Mar 18, 2007
Commentary: The Irony of General Peter Pace -- By Bill C. Davis
Pace in Italian means Peace. His last name is only one irony. The fact that he, an accomplice to the military assault and occupation of Iraq, classifies erotic love between two human-beings of the same sex as immoral redefines the concept of irony. It's more than a cruel irony - it's epic.
For this particular military man a certain kiss is a special sin. A bayonet, a bullet or a bomb are blessed by some divine arbiter. The violent tension of repressed homoeroticism is in the Spartan worship of destructive testosterone that fuels much of the military as it is being used by this administration. Beyond this moment there is a timeless romanticism of buddies side by side killing who they're told to kill - in exacting vengeance when one of their own is hurt or killed - in the passionate desire to get back to the group you were forced to leave because of injuries.
In fact, what is presented as universally beautiful in any war is the fact that soldiers care less about the politics of their mission, or for that matter their wives and girlfriends at home, and much more about the brotherhood. The band of brothers. High romance. A romance that is sullied by a kiss - a passionate erotic kiss is immoral to General Peace. Romantic love between men is useful only to the extent that it encourages violence against the enemy. Tribal fraternal loyalty can be harnessed - erotic emotional connections are destructive to morale and decency. Decency. A kiss is indecent.
Tenderness is dangerous. Maybe General Pace could tolerate the concept of rough sexual play by straight soldiers. But an ongoing, loving, warm connection between two men is a menace to the integrity of the corps. It confuses a certain ethos. Morality is less the point - the ethos - the organizing ethos of the military cannot see the human body as an instrument of tenderness and erotic expression. Repression is holy - expression is evil.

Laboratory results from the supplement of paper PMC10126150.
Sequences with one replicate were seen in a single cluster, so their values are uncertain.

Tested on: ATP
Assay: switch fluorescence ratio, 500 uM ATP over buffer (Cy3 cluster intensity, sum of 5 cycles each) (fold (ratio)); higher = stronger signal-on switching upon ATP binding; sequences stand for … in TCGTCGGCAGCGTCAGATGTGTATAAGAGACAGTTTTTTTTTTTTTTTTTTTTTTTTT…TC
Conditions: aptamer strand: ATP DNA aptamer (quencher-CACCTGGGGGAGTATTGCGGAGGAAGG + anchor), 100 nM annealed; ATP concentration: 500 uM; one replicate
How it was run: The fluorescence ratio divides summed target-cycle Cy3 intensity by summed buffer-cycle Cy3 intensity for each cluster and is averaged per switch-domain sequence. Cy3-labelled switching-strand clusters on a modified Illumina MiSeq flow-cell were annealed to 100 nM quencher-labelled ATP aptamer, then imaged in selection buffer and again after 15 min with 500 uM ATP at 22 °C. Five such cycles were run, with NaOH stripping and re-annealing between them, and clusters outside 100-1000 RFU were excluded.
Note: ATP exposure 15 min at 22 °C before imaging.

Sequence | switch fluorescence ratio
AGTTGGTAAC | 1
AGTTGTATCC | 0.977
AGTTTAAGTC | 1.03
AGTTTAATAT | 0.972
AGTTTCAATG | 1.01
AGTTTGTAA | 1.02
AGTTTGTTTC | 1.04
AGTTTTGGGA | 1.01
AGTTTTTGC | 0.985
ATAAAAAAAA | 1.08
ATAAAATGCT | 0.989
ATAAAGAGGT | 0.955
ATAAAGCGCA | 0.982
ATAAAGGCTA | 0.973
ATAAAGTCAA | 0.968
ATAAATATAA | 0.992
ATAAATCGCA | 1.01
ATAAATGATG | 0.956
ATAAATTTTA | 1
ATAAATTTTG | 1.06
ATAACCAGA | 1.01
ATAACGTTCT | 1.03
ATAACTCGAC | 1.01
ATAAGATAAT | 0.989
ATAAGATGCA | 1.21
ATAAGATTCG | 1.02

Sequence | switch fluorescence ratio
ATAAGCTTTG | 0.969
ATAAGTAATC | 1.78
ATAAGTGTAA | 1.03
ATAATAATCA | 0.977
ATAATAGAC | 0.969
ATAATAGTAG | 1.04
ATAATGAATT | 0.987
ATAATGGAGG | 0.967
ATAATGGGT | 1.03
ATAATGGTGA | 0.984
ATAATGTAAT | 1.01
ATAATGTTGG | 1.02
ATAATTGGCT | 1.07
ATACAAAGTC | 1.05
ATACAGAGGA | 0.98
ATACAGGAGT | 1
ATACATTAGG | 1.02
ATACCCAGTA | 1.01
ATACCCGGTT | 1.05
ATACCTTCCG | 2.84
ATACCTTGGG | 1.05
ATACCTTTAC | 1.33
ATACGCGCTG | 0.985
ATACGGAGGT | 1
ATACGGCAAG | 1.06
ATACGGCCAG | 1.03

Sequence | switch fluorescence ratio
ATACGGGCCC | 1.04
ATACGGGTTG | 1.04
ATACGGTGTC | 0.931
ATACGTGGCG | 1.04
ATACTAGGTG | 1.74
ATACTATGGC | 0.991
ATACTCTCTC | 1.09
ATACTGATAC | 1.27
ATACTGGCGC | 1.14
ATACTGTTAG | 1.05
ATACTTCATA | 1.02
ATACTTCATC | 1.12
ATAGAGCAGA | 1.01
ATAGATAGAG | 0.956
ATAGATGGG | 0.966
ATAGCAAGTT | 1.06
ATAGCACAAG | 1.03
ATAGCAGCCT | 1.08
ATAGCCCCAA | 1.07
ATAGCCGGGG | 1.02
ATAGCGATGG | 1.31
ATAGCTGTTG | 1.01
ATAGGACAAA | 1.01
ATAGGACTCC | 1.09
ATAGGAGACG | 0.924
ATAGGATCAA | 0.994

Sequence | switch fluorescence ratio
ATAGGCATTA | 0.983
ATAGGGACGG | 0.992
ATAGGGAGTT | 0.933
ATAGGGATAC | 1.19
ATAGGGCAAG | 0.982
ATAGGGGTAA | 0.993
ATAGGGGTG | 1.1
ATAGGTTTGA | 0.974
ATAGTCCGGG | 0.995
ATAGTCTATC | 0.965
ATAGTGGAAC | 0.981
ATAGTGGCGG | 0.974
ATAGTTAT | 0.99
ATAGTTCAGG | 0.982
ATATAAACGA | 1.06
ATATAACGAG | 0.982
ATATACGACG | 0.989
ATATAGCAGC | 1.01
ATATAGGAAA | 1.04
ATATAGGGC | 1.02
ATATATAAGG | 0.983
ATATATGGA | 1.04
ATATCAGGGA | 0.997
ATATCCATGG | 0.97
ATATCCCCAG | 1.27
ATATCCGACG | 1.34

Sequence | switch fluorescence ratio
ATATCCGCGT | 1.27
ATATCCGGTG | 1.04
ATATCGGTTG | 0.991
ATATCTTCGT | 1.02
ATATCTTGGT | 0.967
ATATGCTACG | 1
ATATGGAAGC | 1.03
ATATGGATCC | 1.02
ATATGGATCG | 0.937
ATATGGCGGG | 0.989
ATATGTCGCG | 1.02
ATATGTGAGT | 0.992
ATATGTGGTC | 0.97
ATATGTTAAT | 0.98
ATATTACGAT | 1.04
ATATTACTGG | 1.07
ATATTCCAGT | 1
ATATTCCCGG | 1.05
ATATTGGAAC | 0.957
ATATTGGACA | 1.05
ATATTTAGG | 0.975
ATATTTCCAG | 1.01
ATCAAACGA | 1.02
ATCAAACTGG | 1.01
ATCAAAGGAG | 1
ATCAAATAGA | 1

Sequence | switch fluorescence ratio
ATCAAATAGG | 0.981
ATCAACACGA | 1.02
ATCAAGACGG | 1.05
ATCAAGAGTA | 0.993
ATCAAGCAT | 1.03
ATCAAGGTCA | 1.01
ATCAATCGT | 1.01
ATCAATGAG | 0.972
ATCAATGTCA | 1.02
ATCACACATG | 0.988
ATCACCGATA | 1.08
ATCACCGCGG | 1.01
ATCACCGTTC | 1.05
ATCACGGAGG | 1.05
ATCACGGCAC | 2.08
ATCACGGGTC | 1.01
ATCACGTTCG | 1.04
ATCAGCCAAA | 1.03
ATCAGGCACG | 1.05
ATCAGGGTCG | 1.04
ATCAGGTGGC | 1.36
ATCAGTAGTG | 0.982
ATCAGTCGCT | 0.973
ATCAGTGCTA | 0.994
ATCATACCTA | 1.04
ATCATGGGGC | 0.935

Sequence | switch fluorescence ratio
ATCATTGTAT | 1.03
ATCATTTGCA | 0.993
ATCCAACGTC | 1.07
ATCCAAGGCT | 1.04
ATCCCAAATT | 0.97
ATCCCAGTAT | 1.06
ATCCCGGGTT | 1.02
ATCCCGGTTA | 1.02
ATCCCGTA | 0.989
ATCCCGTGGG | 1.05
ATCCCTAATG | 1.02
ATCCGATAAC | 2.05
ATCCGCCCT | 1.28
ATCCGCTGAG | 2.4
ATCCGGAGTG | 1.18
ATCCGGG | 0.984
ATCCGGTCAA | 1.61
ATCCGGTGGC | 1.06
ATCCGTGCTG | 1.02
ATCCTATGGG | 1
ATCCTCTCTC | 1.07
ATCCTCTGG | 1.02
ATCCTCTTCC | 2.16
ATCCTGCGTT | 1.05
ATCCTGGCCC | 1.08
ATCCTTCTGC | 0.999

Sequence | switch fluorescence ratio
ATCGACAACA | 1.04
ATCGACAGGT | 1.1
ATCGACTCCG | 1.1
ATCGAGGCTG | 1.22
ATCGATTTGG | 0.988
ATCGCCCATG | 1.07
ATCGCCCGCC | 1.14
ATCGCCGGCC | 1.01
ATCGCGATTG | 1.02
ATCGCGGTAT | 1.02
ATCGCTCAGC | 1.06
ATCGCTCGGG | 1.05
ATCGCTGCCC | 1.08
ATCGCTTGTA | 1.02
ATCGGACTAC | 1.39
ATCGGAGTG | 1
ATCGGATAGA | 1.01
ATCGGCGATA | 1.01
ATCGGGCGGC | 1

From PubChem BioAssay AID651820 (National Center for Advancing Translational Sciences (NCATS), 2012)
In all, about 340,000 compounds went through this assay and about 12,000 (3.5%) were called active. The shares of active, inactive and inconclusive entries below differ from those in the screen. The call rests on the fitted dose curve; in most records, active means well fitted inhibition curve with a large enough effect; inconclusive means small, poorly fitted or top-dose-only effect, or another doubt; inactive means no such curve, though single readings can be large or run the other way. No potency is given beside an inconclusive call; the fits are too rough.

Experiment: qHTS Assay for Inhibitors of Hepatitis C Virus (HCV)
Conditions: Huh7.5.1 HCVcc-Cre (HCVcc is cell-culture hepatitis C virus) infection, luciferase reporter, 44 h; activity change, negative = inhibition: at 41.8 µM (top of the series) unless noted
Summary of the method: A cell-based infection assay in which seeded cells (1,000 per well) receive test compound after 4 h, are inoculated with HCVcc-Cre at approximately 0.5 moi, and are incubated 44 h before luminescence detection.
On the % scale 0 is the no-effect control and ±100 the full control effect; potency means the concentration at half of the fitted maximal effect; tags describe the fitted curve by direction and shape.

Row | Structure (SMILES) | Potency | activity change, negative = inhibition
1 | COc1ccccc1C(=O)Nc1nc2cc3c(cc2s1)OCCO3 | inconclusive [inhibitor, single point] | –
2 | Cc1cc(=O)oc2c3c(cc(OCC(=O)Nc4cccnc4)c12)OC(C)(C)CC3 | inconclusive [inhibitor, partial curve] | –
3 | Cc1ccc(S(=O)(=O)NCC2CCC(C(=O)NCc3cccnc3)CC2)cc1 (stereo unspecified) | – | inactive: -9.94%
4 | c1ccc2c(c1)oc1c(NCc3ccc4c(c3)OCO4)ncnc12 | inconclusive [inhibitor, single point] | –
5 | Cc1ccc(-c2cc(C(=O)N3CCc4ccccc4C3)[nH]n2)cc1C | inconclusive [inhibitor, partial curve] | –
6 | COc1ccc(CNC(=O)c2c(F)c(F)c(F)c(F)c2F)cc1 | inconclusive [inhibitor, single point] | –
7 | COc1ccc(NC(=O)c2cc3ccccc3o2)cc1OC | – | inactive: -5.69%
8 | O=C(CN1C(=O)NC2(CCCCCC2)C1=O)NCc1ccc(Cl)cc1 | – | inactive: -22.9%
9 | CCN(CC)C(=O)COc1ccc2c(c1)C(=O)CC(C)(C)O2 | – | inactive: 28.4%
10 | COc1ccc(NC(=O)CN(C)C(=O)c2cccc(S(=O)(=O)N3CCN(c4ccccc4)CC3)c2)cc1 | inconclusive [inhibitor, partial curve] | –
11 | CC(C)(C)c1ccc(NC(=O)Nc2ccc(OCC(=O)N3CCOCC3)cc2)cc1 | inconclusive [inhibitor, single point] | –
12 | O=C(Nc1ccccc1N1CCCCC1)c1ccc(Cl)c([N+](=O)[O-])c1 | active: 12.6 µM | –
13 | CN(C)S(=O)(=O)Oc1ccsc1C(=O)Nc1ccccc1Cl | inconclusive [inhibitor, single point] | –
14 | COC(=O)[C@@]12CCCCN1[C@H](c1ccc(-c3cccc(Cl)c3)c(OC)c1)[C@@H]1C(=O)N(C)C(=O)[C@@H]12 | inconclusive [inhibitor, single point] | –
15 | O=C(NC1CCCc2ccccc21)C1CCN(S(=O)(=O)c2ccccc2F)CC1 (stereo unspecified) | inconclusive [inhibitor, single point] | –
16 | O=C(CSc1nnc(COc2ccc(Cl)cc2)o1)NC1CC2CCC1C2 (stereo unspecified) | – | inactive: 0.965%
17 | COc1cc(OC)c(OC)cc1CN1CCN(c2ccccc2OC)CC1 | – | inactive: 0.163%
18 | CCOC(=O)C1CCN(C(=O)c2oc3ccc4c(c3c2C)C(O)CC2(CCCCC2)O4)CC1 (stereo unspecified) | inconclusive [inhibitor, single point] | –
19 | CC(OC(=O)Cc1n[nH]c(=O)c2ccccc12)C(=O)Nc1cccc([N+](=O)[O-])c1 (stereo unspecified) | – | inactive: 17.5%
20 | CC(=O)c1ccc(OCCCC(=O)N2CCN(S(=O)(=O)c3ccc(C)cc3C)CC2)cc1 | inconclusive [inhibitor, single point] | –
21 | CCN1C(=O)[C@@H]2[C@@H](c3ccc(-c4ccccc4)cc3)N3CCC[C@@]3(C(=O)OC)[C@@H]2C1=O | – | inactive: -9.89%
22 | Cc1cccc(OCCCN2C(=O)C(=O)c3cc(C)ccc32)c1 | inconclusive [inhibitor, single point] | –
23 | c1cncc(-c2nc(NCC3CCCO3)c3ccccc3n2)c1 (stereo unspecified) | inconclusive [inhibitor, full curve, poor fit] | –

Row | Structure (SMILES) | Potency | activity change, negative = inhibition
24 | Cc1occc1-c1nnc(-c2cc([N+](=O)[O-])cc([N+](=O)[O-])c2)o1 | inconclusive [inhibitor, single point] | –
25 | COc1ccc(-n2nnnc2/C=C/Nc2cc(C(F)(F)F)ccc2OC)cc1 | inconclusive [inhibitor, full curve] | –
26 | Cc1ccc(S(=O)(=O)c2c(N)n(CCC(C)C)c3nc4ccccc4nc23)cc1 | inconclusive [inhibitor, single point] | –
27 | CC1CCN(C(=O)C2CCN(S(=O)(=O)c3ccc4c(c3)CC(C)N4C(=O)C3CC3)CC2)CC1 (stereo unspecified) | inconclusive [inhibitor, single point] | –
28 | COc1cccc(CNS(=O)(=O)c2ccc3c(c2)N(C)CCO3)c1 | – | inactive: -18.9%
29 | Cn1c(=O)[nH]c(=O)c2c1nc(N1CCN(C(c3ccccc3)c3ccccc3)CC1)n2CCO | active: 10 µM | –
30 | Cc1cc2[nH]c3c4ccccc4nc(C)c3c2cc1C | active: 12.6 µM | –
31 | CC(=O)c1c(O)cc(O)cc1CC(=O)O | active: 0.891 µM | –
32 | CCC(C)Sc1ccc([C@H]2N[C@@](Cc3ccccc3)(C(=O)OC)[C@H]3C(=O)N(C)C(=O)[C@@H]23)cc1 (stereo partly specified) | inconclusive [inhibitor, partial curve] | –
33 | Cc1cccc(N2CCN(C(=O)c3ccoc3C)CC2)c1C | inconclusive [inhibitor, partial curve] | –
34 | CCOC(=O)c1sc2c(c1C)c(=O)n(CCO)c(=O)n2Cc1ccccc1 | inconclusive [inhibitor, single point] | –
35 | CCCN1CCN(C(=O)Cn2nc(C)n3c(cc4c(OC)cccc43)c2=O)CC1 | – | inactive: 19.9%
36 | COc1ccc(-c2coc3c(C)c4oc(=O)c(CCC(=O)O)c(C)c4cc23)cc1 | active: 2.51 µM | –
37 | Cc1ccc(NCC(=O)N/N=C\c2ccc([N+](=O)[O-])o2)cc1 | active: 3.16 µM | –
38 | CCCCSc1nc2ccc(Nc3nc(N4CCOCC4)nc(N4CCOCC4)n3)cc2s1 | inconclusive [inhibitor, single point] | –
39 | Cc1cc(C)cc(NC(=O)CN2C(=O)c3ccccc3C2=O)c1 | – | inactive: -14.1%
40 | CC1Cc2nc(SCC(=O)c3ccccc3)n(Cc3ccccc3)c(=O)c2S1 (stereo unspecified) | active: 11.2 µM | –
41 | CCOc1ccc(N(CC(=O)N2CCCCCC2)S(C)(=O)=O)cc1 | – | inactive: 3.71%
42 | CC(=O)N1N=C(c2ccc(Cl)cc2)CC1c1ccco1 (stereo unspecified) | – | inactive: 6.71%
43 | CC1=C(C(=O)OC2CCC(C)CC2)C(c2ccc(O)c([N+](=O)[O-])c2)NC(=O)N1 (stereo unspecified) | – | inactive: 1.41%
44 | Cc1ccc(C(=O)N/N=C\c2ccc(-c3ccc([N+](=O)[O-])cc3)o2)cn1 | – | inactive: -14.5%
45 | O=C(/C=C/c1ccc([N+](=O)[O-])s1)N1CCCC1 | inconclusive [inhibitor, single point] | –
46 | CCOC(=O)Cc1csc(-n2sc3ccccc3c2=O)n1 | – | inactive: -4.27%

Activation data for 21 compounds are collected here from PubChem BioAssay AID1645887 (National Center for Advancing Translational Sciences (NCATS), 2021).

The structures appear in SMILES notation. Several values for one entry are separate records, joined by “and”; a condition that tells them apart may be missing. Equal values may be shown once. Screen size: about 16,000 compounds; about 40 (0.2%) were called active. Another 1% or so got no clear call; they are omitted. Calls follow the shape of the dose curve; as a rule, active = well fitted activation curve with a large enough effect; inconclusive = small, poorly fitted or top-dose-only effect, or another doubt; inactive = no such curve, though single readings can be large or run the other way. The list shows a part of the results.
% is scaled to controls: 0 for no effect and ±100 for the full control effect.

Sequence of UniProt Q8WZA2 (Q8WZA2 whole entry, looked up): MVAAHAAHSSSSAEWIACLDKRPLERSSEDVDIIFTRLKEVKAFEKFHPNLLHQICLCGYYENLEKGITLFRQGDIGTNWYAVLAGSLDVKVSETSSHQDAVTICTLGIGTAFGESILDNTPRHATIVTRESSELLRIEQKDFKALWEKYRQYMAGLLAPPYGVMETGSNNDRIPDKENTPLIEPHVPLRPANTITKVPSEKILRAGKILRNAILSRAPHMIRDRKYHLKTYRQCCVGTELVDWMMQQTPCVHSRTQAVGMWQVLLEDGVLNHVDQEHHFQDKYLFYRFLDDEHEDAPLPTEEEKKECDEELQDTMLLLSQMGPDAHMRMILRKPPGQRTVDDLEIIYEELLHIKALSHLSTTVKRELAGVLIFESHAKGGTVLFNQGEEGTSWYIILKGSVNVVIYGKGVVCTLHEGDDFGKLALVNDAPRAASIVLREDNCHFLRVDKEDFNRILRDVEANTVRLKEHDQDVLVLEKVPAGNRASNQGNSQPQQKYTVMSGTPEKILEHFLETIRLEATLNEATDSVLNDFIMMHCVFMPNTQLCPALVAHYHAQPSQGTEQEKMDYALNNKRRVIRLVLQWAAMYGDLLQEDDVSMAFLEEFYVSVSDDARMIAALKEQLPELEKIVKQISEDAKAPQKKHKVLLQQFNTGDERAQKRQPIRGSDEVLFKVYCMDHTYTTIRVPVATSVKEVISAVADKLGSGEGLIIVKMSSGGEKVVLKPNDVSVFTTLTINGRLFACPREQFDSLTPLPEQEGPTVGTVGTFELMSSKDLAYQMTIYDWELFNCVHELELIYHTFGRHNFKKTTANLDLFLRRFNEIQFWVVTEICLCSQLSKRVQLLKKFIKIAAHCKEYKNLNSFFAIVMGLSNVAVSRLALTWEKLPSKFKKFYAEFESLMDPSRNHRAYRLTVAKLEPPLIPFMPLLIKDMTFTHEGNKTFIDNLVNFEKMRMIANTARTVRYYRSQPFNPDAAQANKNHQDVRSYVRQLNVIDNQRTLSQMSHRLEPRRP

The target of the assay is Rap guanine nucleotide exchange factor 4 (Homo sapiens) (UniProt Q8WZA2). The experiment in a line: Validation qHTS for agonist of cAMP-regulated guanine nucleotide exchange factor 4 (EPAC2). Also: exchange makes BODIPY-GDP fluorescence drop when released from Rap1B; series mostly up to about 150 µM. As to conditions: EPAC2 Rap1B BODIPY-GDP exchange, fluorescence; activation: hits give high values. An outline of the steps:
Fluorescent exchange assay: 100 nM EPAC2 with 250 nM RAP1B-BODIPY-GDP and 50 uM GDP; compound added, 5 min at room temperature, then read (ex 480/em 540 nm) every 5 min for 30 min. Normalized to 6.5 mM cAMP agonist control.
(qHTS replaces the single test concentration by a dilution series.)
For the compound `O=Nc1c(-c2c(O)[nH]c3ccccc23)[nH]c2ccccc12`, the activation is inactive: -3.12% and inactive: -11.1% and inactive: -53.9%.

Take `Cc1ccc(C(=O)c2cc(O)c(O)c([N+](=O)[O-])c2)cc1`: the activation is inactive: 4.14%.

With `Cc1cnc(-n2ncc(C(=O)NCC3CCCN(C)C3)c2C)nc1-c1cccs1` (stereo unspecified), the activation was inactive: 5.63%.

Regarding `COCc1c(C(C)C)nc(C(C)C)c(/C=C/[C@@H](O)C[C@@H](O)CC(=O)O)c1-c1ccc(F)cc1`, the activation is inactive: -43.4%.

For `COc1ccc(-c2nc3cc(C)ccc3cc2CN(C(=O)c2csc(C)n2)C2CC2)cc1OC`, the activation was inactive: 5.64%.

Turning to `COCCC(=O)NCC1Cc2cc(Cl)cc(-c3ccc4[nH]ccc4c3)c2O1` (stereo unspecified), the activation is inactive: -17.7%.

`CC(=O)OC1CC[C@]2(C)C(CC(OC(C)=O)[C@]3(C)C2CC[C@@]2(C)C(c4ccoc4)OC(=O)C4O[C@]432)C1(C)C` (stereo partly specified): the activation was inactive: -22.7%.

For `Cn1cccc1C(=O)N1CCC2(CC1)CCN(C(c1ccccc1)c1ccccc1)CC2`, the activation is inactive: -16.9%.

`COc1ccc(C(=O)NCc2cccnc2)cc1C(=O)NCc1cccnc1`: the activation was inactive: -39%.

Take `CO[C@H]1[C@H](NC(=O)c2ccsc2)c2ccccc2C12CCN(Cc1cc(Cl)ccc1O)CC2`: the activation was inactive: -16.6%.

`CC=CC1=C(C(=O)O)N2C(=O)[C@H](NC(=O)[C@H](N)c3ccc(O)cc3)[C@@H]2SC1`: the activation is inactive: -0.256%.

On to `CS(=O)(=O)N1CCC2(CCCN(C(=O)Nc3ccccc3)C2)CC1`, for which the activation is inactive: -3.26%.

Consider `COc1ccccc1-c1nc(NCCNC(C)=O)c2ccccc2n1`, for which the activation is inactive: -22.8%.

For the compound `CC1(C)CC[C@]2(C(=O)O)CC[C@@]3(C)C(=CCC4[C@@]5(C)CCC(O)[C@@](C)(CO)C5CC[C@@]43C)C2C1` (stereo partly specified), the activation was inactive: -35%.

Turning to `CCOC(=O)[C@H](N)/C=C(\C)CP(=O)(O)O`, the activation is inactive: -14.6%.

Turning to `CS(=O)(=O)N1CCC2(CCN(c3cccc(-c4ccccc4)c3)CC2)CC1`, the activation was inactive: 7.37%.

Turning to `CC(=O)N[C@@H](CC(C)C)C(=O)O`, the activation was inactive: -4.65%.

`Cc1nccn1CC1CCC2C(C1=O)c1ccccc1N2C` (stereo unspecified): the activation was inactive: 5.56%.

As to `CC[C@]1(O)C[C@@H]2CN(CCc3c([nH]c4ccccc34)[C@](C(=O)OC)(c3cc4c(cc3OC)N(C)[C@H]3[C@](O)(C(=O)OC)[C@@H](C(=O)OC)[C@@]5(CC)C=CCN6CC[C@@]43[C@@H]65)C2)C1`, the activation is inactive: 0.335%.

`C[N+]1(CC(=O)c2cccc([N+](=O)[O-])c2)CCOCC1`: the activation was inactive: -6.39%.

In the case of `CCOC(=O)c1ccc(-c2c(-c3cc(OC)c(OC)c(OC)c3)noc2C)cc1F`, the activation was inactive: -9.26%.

General Pace is tight. His voice, cadence, haircut and persona are like a coiled rubberband. He is a manifestation of a mindset chastened by the Catholic Church and the US military - both looking to spread a gospel by mortifying the body.
The only morality is the human body. How do you act upon the human body? Go to Walter Reed to see the harvest of General Pace's view of morality - Go to Baghdad, Fallujah or Abu Ghraib.
The Taliban and most fundamentalists clearly share the view of General Pace. The body - even your own body - is something to attack or even blow up - to use as an instrument of destruction. That use of the body is considered holy and heroic.
The body is a channel to revelation. If a person uses his or her body to invite and explore the phenomenon of love how can that be classified as immoral? If you use your body to betray the integrity and truth of our common humanity, how is that heroic?
The final irony of General Pace is the other part of his name which also describes a principle - the peter principle - The theory that employees within an organization will advance to their highest level of competence and then be promoted to and remain at a level at which they are incompetent.
The question is and will remain - how much of this war is a failure of competence or a failure of morality? To prove his competence and morality General Pace felt compelled to preach from his seat of influence and power. Ironically, guilt - acknowledged or not - fuels the need to preach.
This article appeared first in Atlantic Free Press (17 March 2007). You may reproduce it free of charge but make sure you respect their license.